Climate and Compassion: Buddhist Contribution to an Ethics of Intergenerational Justice
1 hour 14 minutes 41 seconds
Applied Ethics | Environmental Studies | Philosophy | Sustainability
Over the last century, the world's urban population increased from 224 million to over 3.5 billion, and advances in manufacturing, transportation, and communication technologies brought virtually limitless lifestyle and identity options, as well as the greatest inequalities of wealth, risk, and opportunity in history. Yet, as momentous as these changes are, they are dwarfed by the fact that human activity is now affecting planetary processes like climate. Justice concerns about future generations are no longer academic curiosities; they are global ethical imperatives. This talk by Dr. Peter D. Hershock (director of the Asian Studies Development Program at the East-West Center) builds on recent efforts to craft an ethics of global justice around the "social emotion" of compassion, making use of Buddhist conceptual resources to de-link justice from fictions of equality and conceive it, instead, as a dynamic function of relationally-achieved equity and diversity.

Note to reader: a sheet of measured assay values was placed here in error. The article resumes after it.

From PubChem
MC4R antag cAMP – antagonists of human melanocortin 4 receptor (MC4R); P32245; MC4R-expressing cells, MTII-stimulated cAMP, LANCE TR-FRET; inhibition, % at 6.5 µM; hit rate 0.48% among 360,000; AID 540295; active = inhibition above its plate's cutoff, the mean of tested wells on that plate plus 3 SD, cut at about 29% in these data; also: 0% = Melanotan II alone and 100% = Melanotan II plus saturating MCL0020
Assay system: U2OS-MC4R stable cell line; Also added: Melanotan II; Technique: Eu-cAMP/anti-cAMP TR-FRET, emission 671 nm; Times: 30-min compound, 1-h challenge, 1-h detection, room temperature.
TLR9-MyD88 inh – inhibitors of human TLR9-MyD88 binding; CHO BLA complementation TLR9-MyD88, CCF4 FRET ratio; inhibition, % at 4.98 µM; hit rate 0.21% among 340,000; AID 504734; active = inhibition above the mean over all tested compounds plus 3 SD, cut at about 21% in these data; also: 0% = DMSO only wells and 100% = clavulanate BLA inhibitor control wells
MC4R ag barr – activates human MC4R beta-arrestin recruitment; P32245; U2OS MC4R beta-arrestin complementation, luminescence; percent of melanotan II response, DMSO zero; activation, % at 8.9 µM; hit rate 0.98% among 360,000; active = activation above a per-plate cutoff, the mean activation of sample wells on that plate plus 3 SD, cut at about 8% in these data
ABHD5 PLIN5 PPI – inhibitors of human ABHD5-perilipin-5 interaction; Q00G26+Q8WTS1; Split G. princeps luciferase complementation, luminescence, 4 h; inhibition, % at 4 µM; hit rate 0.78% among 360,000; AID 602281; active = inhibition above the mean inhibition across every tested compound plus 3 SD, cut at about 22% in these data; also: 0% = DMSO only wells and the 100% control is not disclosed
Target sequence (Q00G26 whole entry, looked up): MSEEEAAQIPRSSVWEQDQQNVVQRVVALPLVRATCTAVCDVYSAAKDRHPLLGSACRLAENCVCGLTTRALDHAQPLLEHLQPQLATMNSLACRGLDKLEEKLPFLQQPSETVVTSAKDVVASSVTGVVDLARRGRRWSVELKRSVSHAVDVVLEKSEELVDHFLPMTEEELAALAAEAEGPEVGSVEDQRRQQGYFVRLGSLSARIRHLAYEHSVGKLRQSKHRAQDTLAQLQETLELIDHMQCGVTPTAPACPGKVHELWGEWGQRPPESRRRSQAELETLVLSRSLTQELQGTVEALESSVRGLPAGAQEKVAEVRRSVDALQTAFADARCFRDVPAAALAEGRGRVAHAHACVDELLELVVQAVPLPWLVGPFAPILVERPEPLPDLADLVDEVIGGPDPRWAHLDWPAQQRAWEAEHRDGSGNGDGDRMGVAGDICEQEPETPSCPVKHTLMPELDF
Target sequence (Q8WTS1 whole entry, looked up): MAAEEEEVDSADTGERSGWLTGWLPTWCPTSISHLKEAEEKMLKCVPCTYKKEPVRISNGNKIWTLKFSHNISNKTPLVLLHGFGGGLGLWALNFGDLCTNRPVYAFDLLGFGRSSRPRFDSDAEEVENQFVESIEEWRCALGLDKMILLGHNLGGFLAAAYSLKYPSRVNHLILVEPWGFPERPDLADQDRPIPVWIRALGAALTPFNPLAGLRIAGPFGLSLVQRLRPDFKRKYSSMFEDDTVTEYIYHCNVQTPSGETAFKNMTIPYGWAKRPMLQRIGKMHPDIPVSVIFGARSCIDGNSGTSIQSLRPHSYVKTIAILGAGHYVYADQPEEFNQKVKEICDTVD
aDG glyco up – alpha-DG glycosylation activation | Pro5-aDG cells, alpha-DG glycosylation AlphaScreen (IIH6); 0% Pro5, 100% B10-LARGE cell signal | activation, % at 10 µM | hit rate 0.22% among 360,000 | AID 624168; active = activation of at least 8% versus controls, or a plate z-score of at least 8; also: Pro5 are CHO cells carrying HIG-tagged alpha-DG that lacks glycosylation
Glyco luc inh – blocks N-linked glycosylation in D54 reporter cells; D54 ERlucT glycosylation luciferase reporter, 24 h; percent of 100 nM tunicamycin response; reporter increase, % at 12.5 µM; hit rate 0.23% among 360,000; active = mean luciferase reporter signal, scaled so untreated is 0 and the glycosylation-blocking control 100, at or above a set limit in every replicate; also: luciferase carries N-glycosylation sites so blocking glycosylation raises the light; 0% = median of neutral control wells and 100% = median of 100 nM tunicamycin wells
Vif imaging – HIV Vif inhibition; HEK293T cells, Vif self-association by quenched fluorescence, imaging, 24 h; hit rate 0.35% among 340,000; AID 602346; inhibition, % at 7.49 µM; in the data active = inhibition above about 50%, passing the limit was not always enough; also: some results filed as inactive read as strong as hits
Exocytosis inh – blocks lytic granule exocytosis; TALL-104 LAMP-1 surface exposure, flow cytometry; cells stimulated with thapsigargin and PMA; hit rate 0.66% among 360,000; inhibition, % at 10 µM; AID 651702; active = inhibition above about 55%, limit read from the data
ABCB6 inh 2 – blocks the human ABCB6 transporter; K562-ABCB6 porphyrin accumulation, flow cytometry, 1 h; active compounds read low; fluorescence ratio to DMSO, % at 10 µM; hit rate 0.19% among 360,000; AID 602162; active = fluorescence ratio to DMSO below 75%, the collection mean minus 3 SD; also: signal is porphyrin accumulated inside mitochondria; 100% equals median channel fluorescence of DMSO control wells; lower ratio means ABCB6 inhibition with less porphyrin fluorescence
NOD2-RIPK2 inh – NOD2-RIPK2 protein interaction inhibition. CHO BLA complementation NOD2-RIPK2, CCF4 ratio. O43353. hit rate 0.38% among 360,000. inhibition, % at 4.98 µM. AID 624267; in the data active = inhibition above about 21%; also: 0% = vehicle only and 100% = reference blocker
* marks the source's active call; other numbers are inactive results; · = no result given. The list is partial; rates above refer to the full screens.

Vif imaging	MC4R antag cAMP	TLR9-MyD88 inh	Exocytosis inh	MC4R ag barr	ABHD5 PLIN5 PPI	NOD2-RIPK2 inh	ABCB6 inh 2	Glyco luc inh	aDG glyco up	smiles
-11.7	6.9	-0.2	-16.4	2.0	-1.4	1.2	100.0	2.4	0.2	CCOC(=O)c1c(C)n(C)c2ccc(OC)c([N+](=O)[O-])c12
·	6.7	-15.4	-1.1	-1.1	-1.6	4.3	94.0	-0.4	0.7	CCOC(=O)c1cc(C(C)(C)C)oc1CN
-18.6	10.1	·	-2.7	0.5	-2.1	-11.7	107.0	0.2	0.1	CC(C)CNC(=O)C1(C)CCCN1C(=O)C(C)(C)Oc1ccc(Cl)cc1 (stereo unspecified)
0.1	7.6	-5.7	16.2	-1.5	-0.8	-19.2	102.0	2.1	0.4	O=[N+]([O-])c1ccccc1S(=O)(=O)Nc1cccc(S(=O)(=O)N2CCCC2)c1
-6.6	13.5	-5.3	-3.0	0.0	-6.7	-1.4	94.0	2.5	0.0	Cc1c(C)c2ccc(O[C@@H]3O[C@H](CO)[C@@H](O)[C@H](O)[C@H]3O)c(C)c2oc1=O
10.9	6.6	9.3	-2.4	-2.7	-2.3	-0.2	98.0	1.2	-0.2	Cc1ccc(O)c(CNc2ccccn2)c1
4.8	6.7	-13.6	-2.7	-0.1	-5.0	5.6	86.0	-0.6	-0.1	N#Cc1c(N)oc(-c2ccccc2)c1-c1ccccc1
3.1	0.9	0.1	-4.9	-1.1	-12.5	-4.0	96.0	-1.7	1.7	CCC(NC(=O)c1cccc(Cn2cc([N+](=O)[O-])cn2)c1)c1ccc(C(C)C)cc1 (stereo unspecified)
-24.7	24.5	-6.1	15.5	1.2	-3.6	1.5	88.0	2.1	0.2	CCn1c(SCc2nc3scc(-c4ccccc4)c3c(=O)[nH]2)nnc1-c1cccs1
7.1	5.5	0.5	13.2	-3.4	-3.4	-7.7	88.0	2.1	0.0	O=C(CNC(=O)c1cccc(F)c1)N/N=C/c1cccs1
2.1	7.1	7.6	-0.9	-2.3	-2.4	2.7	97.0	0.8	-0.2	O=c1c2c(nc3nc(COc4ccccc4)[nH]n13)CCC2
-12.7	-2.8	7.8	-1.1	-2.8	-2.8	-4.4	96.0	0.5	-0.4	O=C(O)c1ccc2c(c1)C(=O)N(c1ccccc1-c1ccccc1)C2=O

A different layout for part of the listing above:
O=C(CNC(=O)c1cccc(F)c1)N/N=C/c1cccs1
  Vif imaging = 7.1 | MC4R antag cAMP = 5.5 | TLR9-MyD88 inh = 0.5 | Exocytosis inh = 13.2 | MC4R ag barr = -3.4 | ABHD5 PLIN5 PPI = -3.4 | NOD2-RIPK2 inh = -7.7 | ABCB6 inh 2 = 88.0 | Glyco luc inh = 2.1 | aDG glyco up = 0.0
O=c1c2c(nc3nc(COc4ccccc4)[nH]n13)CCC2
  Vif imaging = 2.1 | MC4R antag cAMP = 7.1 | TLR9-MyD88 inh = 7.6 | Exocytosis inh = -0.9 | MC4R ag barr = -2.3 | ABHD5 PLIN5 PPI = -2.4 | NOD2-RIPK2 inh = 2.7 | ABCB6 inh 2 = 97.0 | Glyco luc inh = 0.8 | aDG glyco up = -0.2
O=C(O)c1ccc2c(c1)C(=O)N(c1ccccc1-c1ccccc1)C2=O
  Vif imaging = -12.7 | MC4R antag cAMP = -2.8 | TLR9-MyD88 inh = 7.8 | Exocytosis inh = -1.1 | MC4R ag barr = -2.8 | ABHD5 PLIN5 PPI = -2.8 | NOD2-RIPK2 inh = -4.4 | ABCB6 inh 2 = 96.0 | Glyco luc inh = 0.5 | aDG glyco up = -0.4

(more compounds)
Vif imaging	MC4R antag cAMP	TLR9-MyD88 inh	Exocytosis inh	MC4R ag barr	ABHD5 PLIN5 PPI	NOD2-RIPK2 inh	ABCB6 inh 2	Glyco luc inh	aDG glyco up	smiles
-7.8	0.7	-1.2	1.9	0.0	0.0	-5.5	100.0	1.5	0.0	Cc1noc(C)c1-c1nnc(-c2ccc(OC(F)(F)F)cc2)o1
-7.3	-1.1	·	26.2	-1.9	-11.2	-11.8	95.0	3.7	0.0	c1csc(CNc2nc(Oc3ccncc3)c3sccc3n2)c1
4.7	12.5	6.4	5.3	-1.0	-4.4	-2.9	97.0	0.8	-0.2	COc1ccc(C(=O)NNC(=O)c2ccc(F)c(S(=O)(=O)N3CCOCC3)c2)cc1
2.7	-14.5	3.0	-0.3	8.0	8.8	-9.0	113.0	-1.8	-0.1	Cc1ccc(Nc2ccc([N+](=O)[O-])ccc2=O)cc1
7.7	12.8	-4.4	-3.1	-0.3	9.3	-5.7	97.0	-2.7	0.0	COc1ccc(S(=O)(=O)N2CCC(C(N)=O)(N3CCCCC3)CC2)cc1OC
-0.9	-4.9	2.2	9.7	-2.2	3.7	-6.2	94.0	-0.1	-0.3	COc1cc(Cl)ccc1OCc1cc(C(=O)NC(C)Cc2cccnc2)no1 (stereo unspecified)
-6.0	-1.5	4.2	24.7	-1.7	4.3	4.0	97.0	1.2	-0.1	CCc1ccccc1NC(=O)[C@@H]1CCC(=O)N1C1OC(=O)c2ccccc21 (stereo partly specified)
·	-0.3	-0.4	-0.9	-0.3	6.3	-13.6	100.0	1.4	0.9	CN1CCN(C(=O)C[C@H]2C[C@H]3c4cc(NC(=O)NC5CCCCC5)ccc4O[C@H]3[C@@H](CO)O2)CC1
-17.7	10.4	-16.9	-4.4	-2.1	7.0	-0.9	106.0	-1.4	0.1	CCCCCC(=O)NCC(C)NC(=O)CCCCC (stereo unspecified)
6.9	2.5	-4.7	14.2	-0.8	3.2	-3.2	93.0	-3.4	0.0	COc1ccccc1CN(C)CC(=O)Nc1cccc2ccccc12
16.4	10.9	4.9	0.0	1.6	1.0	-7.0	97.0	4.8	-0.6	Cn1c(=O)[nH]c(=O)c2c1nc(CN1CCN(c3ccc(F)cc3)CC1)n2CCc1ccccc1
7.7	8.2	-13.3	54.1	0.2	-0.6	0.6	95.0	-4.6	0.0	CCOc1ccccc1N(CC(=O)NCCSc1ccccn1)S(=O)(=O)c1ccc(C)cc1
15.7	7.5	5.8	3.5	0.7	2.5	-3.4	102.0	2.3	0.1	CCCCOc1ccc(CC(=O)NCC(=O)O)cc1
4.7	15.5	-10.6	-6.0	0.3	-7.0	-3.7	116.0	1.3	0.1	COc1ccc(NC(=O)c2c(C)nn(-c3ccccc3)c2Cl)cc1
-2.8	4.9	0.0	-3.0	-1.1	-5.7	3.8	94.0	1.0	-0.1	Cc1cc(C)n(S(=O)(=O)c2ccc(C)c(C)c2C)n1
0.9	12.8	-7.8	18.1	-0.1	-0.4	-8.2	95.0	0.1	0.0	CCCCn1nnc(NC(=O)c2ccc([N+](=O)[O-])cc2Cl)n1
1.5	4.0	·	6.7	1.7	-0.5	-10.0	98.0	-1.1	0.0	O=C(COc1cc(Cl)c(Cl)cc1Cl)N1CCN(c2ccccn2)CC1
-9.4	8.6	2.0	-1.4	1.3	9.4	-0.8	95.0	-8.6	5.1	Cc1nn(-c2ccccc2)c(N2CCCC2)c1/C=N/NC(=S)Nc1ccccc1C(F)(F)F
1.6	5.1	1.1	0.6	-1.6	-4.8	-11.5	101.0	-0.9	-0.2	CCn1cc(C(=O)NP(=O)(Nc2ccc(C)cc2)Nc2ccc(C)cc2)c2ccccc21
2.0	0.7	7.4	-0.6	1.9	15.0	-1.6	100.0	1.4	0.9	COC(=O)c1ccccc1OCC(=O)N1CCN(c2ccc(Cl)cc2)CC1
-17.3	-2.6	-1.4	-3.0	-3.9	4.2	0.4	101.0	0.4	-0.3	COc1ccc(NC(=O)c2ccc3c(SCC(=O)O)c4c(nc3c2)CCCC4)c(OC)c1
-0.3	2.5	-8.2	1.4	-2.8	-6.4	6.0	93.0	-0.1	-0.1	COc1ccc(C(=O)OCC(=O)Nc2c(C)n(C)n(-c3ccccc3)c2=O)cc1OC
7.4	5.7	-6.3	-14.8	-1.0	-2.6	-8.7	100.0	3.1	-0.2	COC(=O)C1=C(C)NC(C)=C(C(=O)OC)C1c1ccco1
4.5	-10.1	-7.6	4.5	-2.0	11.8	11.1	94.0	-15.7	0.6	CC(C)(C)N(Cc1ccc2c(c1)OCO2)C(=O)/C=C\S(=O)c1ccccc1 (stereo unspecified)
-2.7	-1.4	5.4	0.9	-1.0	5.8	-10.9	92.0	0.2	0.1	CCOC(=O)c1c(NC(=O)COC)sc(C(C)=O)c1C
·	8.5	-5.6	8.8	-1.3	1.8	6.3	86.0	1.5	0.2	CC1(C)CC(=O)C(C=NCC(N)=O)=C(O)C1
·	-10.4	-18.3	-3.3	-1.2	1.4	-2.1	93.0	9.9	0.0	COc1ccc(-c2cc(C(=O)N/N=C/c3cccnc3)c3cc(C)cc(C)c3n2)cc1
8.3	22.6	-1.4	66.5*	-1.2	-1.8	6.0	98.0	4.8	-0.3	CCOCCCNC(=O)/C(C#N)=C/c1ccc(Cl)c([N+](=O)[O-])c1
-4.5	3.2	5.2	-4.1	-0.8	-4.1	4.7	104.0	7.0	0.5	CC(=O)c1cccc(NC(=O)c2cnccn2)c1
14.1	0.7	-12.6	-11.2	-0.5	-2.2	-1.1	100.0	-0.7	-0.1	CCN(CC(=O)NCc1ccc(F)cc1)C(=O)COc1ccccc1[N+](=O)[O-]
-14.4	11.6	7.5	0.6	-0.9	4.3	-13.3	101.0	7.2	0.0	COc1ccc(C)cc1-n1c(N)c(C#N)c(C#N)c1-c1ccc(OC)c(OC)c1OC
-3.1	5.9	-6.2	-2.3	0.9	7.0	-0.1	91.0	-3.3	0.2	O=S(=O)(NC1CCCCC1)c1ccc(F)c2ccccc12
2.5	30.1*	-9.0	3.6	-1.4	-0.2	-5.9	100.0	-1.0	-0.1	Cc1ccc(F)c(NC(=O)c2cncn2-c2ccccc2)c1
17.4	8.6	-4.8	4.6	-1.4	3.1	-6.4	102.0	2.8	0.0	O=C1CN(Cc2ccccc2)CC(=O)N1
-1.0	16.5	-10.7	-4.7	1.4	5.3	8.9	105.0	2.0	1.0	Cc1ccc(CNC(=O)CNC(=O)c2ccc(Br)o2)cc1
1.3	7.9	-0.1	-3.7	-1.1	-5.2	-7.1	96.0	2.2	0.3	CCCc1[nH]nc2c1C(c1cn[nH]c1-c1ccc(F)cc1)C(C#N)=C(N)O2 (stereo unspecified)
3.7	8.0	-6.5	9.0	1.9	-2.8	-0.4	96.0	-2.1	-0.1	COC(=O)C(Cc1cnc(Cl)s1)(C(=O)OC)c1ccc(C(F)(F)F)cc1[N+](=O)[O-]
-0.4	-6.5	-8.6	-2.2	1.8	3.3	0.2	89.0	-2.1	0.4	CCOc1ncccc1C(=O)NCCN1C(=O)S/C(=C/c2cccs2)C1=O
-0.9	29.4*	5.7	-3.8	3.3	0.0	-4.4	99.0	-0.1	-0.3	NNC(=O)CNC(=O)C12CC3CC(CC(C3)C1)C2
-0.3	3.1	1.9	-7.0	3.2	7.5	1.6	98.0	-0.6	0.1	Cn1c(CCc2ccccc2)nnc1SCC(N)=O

Hershock, Peter D., "Climate and Compassion: Buddhist Contribution to an Ethics of Intergenerational Justice" (2019). Walter Powell-Linfield University Philosophy Lecture Series. Video File. Submission 13.